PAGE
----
Published on May 12, 2020
I feel there’s an overabundance of information barraging us on one particular topic these days. I shall refer to as “C-19”. The reason for the abridged version is just seeing it spelled out completely has a triggering effect on me! The amount of information seemingly communicated by the minute on this subject matter can be exhausting to take in. No matter how important all the info shared is, it has become monotonous. When I look at anything with “C-19” in the subject line, I am finding myself treating it as spam. My brain is screaming, “Please, no more”; a form of mental mutiny.
Much of our life can become monotonous. I’ve spoken to many people working from home who barely know what day of the week it is. They claim to go through the same motions each day with weekdays and weekends blending. Distinct delineation between work and home environments was a blessing I didn’t appreciated until it was no longer an option. I’ve learned to embrace variety as a way to shake things up and make my day more interesting.
Here are a few things I am doing differently to spice things up:
1. Virtual Meetings – Don’t let a zoom meeting happen without doing something out of the ordinary. Put an interesting starter question out there for all to answer, “spin the wheel” and rotate who will chair the next department meeting or maybe ask a couple of people to share about a personal item they have in the room they’re zooming from.
2. Communication – Check in with people in a caring manner. Texting someone who just happened to pop into your mind with a lighthearted message that you’re thinking of them; it can make their day. Why not send a video message to your team or perhaps a vlog to the whole company with the weekly update rather than sending a stale and impersonal email? When did you last hand-write a thank you card and sent it by snail mail to an employee’s home address?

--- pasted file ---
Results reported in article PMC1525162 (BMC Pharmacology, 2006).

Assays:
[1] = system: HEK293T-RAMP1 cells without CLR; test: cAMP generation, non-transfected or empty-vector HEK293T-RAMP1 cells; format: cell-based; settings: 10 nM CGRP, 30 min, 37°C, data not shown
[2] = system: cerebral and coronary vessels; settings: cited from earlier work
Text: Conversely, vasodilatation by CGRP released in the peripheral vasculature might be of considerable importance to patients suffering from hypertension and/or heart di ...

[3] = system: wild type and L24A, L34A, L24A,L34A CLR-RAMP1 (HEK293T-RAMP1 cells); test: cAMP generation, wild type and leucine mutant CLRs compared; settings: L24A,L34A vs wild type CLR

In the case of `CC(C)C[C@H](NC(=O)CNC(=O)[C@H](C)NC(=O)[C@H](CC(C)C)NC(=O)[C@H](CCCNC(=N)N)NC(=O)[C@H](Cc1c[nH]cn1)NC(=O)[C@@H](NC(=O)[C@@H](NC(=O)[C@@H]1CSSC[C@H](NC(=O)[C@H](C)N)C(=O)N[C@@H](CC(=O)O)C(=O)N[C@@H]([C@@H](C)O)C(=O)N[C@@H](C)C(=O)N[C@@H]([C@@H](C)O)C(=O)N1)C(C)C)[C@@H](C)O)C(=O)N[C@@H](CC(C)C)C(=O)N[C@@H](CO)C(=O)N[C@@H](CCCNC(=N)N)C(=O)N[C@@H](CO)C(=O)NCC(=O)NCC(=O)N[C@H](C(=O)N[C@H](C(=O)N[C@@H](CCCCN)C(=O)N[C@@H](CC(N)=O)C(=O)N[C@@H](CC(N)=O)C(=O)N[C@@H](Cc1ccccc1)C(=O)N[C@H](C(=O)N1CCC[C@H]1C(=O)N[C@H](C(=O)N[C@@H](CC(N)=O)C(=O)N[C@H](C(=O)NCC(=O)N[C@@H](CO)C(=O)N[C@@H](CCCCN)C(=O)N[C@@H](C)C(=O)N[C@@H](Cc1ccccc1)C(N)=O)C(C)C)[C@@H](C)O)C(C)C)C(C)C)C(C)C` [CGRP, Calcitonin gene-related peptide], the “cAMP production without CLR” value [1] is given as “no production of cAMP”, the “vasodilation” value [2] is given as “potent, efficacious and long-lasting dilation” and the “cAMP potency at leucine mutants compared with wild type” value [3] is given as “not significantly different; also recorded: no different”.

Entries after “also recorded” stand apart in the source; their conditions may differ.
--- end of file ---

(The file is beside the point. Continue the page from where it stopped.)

3. Change the Format – The way we do things can make a difference. If you are looking for feedback, don’t ask the whole group to collectively respond to a general inquiry. Instead, consider using the “Start, Stop, Continue” exercise. Have individuals share what they think the company should start doing that is new or different. Then ask them to respond to what they feel they (or the company) should stop doing that may be a waste of time and/or resources. Finally, let them spotlight and affirm the positive things they feel should continue. I have never been disappointed (nor have those who have participated) with the impact from this exercise no matter when we’ve chosen to use it.
4. Take of the Armor – People have come to expect a certain list of traits and behaviors from leadership. Vulnerability is not typically among the top five! When a leader shares something personal about themselves, they are connecting at a much different level and the reaction from team members can be powerful. Transparency is well known to build trust between people. It’s vulnerability, however, that introduces intimacy which can take trust through the roof. Are you willing to change the dynamic of your relationships by going at least one step deeper when sharing your true self with others?